Ready to Met Penguin House Editor

You wouldn’t believe how much I miss reading your blogs, writing, and sharing with you folks.  I know it’s an old and tires song . . . Lupus Ugh I hate it. But is sucks my energy from me.

The conference with Penguin House is this coming Friday.  I’ve been working on the synopsis trying to get it just right. Here’s my final attempt.  Tell me what you think because I can’t think anymore.


After ODETTE HAWKINS, the third girl born to LYDIA and THOMAS HAWKINS there are complications that causes Lydia to have a complete hysterectomy. This ends any chance of Thomas having a legitimate son. Lydia sits in the bed nursing Odette Thomas ignores the baby and squeezes Lydia’s cheeks together and bangs her head into the headboard. This is the start of years of abuse.


Lydia is from a time when women quietly endured the black eyes, sprain wrist, broken arms, ribs, and nose. Odette’s sisters, JEANETTE HAWKINS-ROBINSON and LYNETTE HAWKINS try over and over to convince Lydia to leave Thomas to no avail. While the sisters still live at home they try to protect rescue their mother. Odette always hides when these violent tantrums and outbursts erupts.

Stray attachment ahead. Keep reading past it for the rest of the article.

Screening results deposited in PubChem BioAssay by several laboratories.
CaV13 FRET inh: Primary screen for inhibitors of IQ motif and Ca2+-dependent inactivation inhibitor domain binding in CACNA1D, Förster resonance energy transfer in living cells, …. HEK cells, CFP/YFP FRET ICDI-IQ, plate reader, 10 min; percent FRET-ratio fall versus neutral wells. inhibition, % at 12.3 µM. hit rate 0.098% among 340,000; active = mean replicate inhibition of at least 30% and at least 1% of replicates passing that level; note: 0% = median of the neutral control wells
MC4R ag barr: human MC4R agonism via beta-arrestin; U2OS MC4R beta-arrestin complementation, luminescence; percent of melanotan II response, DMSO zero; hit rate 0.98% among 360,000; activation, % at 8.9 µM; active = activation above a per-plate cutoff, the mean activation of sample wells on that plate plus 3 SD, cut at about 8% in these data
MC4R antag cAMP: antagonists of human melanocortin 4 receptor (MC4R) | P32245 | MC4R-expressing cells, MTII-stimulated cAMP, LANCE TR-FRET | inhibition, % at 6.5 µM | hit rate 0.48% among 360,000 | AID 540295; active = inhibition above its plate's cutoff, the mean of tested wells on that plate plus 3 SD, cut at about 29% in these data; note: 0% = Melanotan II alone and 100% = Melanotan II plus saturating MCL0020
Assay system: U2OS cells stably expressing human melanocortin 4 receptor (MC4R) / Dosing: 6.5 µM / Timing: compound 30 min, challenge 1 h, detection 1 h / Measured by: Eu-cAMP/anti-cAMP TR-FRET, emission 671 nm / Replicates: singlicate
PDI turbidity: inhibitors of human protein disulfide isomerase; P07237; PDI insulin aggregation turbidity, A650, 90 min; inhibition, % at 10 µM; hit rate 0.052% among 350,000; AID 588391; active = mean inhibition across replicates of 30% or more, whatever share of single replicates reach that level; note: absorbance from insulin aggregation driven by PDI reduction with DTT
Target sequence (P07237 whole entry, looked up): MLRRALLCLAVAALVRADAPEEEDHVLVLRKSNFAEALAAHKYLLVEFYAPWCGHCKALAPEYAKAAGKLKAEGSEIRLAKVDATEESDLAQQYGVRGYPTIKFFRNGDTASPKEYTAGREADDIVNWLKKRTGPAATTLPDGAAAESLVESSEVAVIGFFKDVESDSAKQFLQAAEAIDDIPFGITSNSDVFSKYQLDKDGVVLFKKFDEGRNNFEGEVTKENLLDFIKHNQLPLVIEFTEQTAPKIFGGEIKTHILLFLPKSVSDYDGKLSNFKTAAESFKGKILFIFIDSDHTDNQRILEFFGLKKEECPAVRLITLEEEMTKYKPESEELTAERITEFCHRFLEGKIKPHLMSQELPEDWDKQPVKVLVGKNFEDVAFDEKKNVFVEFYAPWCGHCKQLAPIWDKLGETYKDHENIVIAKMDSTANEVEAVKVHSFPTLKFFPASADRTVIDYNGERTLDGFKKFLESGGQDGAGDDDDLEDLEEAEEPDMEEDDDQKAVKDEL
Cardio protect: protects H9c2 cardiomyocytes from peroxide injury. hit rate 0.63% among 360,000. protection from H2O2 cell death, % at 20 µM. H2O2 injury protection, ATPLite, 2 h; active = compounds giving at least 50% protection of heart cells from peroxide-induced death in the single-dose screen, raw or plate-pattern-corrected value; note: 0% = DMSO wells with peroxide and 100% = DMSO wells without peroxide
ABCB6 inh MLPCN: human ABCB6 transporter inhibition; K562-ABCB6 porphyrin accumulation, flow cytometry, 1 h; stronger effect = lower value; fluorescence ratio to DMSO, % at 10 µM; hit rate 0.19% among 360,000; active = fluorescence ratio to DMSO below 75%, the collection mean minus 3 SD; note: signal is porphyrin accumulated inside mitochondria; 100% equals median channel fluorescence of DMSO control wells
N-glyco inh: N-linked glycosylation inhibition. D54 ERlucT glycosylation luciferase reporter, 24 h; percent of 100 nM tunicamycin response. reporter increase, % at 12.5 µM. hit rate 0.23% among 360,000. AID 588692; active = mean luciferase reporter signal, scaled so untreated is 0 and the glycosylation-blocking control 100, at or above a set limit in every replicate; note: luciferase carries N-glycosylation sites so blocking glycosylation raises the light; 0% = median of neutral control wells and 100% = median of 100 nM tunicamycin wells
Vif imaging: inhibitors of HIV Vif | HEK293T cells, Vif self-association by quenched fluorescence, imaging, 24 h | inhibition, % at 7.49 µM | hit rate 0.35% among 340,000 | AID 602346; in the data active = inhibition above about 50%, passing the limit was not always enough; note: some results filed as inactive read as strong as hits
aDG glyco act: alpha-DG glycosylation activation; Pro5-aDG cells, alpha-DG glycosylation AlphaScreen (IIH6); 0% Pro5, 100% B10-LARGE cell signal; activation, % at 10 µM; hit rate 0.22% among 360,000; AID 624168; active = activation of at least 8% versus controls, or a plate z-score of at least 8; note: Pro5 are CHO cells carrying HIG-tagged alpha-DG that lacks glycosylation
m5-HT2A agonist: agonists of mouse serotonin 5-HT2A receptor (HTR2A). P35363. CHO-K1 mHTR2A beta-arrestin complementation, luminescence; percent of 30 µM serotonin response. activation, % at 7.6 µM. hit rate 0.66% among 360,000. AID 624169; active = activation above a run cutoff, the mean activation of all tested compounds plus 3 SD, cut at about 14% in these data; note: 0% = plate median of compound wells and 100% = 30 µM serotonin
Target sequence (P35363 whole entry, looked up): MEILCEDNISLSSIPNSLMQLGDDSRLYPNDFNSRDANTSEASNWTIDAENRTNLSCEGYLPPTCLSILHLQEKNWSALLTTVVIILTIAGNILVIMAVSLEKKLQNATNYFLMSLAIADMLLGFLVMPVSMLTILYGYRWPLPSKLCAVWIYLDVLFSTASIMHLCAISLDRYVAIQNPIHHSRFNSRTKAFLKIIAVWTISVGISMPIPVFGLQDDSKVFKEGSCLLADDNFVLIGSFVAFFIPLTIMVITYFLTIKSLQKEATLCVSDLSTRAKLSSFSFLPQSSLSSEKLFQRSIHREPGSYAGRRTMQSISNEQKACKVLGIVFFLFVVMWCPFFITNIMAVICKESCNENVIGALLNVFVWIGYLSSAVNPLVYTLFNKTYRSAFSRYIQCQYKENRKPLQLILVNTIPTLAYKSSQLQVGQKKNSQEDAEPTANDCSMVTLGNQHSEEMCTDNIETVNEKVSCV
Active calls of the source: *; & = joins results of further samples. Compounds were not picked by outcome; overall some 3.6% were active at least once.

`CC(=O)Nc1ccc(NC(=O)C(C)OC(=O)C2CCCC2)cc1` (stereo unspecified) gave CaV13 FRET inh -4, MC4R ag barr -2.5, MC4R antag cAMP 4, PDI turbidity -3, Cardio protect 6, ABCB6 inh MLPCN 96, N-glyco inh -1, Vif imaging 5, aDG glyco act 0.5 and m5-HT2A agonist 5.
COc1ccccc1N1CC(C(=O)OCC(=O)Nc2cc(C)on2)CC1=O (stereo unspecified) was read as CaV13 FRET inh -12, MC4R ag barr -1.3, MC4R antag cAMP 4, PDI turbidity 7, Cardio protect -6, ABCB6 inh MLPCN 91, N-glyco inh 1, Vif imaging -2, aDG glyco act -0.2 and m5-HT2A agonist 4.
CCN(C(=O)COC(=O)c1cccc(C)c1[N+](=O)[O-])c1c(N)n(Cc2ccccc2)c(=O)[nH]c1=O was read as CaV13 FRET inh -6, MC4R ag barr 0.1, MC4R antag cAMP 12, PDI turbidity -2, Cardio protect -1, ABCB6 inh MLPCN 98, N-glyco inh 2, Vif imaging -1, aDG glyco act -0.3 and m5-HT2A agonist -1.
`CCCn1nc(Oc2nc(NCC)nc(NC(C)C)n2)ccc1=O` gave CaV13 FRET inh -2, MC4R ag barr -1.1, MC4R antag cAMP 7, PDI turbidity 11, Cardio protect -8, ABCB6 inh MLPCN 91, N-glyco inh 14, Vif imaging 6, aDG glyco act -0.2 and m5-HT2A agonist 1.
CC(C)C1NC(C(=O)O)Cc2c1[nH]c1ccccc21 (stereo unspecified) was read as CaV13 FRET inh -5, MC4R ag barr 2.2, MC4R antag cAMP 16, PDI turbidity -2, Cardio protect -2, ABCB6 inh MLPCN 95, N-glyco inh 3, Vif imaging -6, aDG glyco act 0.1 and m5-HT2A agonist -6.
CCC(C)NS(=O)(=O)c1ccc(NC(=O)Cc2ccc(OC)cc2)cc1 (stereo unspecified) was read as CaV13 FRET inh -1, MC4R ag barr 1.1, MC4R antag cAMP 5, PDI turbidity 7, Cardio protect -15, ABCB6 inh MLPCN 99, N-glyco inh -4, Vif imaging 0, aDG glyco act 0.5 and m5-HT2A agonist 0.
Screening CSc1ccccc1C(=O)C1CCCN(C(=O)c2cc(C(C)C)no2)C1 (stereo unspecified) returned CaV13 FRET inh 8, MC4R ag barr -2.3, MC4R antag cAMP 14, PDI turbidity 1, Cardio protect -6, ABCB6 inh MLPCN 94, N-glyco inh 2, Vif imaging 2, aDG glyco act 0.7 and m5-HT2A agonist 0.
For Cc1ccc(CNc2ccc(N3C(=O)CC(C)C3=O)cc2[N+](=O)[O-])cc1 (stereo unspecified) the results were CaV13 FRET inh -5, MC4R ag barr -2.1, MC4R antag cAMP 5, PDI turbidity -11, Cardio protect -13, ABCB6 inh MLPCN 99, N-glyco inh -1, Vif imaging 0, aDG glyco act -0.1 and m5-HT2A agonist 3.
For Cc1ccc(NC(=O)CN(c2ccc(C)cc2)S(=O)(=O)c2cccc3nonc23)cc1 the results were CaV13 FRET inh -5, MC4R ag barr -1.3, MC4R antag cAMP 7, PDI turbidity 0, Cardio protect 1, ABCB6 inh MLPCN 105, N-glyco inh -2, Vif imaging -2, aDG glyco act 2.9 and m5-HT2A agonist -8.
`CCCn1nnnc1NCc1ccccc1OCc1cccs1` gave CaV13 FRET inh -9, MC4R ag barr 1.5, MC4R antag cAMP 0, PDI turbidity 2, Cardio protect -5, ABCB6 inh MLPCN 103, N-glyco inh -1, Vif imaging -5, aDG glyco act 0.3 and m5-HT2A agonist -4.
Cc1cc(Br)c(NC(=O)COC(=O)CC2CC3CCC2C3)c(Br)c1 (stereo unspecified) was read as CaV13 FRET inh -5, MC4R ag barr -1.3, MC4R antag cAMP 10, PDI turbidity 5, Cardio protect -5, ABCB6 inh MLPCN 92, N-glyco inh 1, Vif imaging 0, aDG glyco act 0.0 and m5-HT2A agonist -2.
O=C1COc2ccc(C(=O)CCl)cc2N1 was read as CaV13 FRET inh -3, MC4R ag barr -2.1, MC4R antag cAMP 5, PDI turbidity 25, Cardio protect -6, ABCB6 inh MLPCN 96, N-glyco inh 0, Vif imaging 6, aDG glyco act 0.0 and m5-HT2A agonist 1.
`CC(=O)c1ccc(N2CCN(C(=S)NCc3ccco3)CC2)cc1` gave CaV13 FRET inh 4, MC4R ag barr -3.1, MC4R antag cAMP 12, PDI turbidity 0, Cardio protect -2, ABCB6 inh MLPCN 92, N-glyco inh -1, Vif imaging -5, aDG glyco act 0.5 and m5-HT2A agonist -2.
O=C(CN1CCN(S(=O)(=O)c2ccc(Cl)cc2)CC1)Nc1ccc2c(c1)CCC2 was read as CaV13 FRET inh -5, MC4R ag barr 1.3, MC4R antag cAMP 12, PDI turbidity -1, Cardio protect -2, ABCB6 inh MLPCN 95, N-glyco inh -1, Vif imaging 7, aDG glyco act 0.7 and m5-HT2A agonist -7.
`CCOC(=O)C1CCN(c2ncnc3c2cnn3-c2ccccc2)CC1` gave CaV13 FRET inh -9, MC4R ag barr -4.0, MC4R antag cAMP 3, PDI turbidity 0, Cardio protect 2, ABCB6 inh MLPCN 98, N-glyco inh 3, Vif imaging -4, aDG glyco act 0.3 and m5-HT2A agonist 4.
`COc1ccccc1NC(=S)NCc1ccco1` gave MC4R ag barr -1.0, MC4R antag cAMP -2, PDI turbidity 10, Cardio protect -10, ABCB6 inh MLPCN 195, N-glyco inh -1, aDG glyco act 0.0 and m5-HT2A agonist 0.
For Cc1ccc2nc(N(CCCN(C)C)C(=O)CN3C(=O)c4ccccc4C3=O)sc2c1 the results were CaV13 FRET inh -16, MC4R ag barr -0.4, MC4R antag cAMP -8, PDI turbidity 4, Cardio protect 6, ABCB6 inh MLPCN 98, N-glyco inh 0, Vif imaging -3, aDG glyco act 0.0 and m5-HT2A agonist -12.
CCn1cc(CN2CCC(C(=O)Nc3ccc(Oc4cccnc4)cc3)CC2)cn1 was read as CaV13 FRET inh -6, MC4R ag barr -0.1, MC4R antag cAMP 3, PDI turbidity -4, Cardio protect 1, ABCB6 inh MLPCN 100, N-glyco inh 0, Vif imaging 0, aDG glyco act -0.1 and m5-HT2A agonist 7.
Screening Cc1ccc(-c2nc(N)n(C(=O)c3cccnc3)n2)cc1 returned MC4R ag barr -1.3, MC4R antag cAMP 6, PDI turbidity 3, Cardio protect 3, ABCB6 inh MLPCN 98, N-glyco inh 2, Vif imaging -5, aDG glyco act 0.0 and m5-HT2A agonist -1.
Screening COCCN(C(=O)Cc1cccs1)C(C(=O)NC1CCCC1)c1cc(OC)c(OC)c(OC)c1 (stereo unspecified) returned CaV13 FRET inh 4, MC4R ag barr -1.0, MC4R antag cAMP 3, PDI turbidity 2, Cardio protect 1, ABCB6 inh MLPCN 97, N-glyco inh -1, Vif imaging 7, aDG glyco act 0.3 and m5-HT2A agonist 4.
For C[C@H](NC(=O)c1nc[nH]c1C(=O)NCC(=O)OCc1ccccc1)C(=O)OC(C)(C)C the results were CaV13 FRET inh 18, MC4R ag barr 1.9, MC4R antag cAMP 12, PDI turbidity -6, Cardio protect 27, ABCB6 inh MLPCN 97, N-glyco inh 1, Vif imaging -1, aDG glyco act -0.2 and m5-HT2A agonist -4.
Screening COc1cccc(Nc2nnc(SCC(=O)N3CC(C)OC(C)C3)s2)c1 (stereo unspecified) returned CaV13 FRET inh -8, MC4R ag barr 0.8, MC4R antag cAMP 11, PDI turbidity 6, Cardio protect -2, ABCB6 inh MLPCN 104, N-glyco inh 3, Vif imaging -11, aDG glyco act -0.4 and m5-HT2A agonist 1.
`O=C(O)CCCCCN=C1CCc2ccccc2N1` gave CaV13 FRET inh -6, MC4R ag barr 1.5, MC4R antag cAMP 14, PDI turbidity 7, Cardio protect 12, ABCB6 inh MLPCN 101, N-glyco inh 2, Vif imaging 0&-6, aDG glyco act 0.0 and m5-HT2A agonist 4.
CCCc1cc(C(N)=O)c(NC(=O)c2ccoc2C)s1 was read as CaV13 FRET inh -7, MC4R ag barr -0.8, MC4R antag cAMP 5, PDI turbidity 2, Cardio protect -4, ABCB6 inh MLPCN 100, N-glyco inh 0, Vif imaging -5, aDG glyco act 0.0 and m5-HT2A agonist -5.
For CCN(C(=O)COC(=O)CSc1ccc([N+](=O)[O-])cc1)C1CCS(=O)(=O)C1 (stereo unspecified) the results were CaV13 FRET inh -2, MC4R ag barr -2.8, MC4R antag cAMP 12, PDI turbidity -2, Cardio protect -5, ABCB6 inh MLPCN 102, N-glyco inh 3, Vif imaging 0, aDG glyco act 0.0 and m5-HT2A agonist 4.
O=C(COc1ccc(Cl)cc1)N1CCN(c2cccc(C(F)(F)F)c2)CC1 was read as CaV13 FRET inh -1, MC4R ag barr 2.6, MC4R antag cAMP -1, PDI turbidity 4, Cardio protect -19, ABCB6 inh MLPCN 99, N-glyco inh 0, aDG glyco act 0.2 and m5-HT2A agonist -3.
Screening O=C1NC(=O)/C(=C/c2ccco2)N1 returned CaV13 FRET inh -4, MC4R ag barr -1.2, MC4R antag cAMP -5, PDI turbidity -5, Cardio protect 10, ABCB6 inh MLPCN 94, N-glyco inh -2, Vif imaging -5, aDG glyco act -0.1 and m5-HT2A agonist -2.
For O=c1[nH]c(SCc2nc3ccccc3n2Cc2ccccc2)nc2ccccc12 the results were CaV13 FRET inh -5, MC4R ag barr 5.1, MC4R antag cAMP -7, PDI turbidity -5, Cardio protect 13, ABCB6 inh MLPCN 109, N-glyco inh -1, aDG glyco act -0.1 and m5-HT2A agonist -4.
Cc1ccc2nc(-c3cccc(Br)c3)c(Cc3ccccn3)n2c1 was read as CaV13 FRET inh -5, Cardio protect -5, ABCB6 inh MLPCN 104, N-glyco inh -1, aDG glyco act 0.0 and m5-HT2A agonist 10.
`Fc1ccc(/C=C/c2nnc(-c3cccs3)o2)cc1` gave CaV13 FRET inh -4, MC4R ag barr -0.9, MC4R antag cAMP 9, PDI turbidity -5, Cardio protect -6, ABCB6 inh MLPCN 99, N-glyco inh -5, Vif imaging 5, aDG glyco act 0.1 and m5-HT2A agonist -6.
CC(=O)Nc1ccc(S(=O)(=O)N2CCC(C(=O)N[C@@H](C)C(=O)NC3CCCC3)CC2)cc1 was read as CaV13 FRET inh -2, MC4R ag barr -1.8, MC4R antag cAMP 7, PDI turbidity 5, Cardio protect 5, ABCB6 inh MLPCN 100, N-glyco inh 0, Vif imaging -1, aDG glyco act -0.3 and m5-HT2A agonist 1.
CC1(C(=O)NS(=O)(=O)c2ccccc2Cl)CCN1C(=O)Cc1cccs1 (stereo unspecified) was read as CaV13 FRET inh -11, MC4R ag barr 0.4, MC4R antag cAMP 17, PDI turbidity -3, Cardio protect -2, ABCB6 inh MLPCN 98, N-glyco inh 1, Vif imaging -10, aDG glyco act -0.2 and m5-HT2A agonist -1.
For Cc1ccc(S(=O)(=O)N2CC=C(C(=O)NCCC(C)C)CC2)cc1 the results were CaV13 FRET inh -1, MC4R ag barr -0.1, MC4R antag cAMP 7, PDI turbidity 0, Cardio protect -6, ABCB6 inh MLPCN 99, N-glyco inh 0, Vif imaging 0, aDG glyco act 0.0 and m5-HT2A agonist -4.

Odette’s first and last boyfriend THURMAN is possessive, one day he chokes Odette in the school gym. Her sisters go to the high school, against her wishes. The sisters attack Thurman in front of his basketball teammates while Odette hides. This is when Odette decides to never have a serious relationship and creates her dating rule that will shield her from being mentally and physically abused by men. She has no interest in having a meaningful relationship outside of . . . .click here to read more.

8 thoughts on “Ready to Met Penguin House Editor

  1. People who have not known someone with Lupus usually don’t ‘get’ just how debilitating it can be. I know quite a few people with it (interestingly all women, I wonder if women get it more often than men? why do women get the worst things far more than men!). It is one of those auto-immune disorders that waxes and wanes and one day you can have enough energy to get out of bed the next day you can’t move a muscle so people can’t figure it out. But it is a silent suffering and I admire you for TRYING so hard to battle through which I think you really succeed in doing my friend.

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